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When butchering chickens do you 'have' to remove every bit of lungs?

Discussion in 'Meat Birds ETC' started by Smokin Silkies, Dec 27, 2009.

  1. Smokin Silkies

    Smokin Silkies formerly browneyebuttafly

    Mar 27, 2009
    Western, PA
    I keep reading about how you have to remove the lungs and people spend $30 for those lung scrapers. Is there a reason why you have to get every last trace of them out? Some say they can just rip them out by hand...others make it point to have it all completely removed. Will it make the chicken taste bad or something if you don't remove all of it? I'm going to just buy one of those tomato or mellon things for a few bucks instead of buying a $30 lung scraper. I plan on getting as much as I can out when the time comes, but I was just wondering about this. Thanks
     
  2. crtrlovr

    crtrlovr Still chillin' with my peeps

    I've bought chickens from the store that didn't have every trace of lung removed, and I didn't bother to try to remove it while washing them and getting them ready to cook. No big deal, IMHO. [​IMG]
     
  3. Sunny Side Up

    Sunny Side Up Count your many blessings...

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    Mar 12, 2008
    Loxahatchee, Florida
    I can usually get them all out just using a (gloved) finger prying between the ribs. If it doesn't all come out at the butchering table it will rinse out before cooking. You could also use a grapefruit spoon to persuade them to come out. And if you're going to cut the bird into pieces before cooking you'll have better access to cleaning out the lungs and any other bits & tubes you don't want on your plate.
     
  4. becky3086

    becky3086 Crested Crazy

    Oct 14, 2008
    Thomson, GA
    No. It won't hurt anything.
     
  5. dancingbear

    dancingbear Chillin' With My Peeps

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    Aug 2, 2008
    South Central KY
    Bits of lung, trachea, all of the kidney tissue, and often the tiny little testes, are present in a store bought bird. It's nothing to worry about.

    I'd never spend $30 on a lung scraper. I just rub with a fingertip, from the outer edge of the lung toward the center, until it starts to lift up. I work my finger under the lung, and peel it out. They often come out in one piece. The only trouble you might encounter, is if your fingers are big, you might not be able to get them between the ribs. You can use a spoon handle, or maybe a baby's spoon, if you need to. In some places, they eat the lungs.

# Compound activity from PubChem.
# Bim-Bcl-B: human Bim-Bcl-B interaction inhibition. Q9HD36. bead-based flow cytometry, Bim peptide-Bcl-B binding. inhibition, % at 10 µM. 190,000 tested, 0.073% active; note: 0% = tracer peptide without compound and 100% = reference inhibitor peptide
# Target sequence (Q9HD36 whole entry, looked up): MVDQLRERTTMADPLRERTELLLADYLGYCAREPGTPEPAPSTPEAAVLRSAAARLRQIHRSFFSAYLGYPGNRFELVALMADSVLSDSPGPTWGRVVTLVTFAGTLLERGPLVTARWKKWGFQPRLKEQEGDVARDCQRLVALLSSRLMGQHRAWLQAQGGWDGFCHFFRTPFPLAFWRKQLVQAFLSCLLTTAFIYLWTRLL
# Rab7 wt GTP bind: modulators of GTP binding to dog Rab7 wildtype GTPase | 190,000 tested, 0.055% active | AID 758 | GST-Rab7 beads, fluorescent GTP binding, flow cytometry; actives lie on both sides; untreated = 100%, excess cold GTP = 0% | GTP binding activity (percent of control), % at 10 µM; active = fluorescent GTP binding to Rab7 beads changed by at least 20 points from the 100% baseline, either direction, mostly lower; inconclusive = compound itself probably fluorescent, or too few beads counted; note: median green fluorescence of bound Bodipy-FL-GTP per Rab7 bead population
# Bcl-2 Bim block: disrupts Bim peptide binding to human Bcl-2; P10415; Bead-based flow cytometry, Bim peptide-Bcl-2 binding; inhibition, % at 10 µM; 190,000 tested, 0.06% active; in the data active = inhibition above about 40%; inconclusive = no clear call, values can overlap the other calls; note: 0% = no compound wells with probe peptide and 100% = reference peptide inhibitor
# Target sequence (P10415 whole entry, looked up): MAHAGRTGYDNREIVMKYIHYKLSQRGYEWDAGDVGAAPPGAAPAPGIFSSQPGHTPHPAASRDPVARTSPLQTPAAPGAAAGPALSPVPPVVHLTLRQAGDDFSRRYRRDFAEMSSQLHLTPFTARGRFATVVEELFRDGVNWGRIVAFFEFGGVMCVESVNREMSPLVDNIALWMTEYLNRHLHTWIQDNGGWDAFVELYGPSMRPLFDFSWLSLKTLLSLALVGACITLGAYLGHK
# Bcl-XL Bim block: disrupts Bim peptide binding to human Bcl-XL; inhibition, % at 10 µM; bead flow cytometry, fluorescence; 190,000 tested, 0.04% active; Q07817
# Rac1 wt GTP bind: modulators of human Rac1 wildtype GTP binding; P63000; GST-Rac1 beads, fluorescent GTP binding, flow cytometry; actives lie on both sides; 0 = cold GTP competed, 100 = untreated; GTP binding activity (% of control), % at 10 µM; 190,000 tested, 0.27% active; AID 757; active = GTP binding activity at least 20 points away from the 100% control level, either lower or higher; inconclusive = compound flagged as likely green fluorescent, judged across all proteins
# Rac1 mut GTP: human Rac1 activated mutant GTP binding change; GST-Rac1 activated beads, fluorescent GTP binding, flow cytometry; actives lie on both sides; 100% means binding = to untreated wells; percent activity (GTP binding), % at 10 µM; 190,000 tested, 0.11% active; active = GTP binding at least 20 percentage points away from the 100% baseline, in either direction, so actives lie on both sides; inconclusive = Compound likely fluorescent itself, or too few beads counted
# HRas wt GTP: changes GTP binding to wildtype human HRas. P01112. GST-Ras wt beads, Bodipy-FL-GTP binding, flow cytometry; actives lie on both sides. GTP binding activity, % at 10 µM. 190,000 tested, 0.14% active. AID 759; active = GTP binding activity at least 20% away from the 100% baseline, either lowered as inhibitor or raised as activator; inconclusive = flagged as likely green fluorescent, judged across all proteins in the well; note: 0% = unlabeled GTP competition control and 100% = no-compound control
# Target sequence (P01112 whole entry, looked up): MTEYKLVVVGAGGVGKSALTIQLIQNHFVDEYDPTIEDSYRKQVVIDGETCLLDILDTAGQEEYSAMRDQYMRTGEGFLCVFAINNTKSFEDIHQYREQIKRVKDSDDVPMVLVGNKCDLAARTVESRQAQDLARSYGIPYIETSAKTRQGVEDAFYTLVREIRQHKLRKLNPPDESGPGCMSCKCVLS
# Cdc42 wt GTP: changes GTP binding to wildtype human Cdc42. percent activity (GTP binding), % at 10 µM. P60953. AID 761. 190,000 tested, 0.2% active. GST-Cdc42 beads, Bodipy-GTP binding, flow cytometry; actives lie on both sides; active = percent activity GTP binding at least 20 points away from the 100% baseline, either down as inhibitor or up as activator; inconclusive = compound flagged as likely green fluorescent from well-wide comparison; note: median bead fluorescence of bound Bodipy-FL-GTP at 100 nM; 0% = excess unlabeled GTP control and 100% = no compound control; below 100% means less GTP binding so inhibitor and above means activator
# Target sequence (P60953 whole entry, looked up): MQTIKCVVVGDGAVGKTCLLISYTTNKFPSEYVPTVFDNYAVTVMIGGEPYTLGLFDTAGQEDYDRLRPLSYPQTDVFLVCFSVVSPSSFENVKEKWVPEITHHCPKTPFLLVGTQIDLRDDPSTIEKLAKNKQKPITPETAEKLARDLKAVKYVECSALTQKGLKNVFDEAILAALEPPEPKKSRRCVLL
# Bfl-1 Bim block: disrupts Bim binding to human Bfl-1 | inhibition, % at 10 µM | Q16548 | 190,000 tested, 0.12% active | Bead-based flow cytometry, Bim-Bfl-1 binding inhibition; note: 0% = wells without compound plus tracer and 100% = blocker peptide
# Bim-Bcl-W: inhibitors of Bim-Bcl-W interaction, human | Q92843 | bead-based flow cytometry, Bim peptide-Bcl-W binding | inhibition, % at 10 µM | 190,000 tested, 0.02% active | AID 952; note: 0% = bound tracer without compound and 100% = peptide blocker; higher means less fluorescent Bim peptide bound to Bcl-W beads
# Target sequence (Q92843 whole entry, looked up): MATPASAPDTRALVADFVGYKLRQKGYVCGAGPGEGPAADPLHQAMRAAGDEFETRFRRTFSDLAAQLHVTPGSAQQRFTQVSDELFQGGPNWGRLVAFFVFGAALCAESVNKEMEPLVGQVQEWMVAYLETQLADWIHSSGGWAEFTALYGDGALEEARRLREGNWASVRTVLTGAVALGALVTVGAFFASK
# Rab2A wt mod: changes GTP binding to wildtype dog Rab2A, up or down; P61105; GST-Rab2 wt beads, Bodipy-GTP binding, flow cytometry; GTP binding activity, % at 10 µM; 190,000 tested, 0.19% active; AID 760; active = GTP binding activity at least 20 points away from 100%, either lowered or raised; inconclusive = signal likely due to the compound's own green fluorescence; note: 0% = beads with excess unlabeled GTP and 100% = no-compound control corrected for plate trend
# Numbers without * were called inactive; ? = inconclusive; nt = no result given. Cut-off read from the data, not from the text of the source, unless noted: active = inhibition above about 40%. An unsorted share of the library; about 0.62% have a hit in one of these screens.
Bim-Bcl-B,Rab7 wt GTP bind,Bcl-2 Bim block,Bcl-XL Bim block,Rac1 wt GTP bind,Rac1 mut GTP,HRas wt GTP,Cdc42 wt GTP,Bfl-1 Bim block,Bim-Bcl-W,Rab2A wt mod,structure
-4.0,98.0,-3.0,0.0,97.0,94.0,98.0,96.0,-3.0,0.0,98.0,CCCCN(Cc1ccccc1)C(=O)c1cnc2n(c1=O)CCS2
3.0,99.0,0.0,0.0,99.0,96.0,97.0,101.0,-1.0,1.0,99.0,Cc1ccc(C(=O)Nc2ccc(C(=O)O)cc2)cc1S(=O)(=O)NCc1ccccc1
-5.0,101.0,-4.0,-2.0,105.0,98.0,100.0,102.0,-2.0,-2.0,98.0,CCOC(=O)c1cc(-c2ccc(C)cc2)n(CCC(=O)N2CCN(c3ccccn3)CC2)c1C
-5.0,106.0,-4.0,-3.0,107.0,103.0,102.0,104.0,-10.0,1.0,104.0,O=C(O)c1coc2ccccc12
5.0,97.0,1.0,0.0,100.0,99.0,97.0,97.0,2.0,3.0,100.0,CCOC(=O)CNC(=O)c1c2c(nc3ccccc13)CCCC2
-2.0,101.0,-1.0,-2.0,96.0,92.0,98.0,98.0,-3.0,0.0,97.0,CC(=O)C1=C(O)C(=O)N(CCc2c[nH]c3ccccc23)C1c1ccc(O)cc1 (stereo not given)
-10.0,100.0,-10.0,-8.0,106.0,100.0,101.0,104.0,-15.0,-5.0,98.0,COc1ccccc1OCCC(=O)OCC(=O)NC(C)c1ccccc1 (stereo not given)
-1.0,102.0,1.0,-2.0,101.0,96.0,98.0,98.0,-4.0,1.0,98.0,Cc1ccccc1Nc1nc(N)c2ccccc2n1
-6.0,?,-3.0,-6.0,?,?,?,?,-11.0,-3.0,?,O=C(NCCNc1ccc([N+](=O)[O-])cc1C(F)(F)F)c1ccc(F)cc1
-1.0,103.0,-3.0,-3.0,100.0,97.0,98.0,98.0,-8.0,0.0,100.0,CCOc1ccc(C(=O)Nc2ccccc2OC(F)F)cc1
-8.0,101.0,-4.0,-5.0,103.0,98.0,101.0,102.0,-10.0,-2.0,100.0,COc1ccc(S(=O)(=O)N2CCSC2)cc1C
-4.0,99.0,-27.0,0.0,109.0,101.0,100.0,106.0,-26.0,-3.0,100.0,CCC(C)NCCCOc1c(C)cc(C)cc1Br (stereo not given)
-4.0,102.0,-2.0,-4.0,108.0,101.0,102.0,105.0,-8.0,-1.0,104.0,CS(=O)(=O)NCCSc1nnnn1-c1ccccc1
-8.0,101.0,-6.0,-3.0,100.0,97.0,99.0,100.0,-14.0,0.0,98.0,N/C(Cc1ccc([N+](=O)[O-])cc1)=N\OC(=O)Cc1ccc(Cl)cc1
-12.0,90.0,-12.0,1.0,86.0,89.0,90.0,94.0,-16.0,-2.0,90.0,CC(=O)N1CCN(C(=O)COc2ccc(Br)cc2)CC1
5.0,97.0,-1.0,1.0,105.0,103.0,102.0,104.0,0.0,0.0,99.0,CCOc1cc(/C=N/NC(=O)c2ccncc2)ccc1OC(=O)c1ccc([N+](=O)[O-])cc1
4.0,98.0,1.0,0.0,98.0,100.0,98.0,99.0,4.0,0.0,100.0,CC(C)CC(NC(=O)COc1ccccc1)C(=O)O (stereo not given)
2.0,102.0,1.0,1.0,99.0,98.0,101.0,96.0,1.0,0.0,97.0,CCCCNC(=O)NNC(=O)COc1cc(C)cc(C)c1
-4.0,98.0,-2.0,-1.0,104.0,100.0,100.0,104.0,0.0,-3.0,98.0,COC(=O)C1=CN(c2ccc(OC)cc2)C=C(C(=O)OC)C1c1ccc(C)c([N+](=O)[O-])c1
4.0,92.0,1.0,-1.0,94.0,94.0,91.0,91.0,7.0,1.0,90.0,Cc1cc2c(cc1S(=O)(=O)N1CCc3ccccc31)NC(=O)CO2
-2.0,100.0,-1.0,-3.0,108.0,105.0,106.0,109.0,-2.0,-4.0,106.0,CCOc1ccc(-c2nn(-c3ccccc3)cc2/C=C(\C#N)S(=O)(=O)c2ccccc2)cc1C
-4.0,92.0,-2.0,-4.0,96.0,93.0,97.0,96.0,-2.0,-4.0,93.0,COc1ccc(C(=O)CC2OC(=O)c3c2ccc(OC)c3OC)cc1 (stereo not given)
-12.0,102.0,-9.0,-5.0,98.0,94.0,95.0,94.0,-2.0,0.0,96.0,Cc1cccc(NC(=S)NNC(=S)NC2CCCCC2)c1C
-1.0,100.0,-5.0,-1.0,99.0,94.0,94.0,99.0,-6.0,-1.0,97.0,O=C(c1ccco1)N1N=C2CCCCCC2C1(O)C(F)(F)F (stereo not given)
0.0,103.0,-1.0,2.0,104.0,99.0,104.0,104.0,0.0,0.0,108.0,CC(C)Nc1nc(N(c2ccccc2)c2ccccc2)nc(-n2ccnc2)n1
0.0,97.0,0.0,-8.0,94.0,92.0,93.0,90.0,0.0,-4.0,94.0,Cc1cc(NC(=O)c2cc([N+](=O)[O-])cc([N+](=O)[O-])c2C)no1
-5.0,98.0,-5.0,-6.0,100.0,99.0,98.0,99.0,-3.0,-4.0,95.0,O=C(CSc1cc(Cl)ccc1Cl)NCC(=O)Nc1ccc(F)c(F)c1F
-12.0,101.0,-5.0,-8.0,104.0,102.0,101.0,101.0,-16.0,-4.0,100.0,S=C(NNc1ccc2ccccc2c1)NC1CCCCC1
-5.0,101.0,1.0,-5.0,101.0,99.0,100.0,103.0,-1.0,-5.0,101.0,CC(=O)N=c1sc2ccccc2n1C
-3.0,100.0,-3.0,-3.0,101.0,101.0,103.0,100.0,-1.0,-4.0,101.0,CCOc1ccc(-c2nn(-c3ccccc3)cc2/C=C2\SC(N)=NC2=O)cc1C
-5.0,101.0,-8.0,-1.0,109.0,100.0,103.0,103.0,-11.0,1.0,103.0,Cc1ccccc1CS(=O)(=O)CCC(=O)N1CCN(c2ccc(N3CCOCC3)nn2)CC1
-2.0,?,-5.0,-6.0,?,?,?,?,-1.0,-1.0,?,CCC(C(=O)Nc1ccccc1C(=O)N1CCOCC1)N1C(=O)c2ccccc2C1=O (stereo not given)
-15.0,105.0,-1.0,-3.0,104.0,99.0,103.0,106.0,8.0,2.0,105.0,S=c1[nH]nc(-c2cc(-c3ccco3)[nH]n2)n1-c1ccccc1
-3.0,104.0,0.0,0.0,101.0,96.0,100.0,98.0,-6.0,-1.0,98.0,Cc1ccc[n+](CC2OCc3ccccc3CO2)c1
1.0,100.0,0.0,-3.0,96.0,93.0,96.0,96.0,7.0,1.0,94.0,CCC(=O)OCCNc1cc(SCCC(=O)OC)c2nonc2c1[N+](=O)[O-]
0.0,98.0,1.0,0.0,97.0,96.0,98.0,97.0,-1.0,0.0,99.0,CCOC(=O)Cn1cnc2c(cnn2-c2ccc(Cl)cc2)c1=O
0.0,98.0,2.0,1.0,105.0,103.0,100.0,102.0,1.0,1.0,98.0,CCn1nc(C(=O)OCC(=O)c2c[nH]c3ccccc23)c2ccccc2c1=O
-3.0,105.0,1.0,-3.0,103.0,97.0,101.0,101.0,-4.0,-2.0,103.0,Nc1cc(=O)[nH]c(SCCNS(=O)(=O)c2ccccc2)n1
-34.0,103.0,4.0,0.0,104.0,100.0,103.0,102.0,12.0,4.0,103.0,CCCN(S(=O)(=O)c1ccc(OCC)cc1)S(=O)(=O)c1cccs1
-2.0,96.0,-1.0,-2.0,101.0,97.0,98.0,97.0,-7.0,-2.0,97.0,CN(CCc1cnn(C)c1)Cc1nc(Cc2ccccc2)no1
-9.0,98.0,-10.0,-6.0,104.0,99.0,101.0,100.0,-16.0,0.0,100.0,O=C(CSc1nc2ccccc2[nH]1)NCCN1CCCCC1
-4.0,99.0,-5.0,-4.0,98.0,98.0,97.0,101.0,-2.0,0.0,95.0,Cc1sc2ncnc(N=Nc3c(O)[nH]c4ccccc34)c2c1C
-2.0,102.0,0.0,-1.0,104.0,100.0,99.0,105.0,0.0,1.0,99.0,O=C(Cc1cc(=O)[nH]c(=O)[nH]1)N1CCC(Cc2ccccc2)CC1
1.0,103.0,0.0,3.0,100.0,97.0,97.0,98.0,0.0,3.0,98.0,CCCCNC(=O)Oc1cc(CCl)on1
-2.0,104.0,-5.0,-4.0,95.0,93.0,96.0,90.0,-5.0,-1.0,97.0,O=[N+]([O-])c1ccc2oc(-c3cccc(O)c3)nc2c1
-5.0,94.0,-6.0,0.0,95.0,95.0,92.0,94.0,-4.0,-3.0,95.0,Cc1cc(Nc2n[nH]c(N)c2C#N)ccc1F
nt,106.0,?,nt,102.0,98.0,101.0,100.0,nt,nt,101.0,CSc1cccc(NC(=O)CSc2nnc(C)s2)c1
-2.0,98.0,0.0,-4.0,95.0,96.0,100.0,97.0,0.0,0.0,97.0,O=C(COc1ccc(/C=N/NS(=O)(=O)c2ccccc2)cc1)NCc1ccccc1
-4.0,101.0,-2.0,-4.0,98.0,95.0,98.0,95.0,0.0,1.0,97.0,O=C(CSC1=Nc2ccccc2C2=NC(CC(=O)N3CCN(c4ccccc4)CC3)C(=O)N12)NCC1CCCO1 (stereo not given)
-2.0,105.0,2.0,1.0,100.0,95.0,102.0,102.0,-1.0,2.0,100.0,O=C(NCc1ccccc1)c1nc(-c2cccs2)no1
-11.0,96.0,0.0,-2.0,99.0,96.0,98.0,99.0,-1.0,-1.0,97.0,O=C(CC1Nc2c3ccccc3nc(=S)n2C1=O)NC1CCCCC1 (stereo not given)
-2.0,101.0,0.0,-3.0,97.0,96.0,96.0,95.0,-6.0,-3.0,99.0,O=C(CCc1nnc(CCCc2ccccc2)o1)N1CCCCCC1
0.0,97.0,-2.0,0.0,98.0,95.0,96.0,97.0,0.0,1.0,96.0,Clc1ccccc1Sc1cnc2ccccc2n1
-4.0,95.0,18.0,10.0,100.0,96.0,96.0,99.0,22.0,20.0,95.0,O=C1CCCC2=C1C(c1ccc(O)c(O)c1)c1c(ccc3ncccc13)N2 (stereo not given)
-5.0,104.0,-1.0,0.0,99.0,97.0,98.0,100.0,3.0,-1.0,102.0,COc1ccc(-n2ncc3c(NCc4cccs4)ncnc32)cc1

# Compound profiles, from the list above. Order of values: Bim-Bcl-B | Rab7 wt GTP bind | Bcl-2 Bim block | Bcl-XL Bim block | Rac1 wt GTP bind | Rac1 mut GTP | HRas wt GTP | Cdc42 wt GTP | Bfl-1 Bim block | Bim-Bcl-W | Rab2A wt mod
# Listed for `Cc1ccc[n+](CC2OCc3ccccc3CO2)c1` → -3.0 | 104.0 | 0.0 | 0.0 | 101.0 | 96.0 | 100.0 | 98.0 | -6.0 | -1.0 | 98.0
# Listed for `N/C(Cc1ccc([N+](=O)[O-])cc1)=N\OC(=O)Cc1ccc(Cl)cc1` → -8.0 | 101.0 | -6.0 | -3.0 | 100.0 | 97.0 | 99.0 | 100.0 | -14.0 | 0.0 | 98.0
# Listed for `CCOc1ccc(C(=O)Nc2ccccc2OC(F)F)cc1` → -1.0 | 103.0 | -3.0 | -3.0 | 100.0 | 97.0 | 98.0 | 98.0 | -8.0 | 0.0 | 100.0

6. uhuh555

    uhuh555 Chillin' With My Peeps

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    Oct 18, 2009
    Delton
    Cooked lungs taste like chicken flavored rubber. They are harmless to eat. We collect the lungs and such to feed to the dogs and cats, freezing what are not immediately feed to them for later feedings.

    We use a $1 tomato capper that looks like a tiny spoon with serrated edges. It grabs every last bit with little effort.
     
  7. Peeper7

    Peeper7 Chillin' With My Peeps

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    Apr 2, 2009
    Northeast Ohio
    I use one of those little tomato things with the jagged edge and it works just fine
     
  8. becky3086

    becky3086 Crested Crazy

    Oct 14, 2008
    Thomson, GA
    Quote:I like the idea of freezing it to feed to the dogs and cats. Will have to remember that.
     
  9. Smokin Silkies

    Smokin Silkies formerly browneyebuttafly

    Mar 27, 2009
    Western, PA
    Quote:Yes, that's what I was talking about in my original post. I'm not sure what they are called thats why I said the tomato things...lol! They looked the same as those very expensive scrapers....so why not [​IMG]
     
  10. LilRalphieRoosmama

    LilRalphieRoosmama Officially Quacked

    Oct 15, 2007
    Elyria, OH
    I just use my fingers and don't panic if I don't get it all. Once it's cooked, you'll never know. I usually take all the innards (minus the intestines) and boil them for the dogs/cats. Lungs, testicles, trachea, etc - they love it! We save the giblets and neck for gravy.
     

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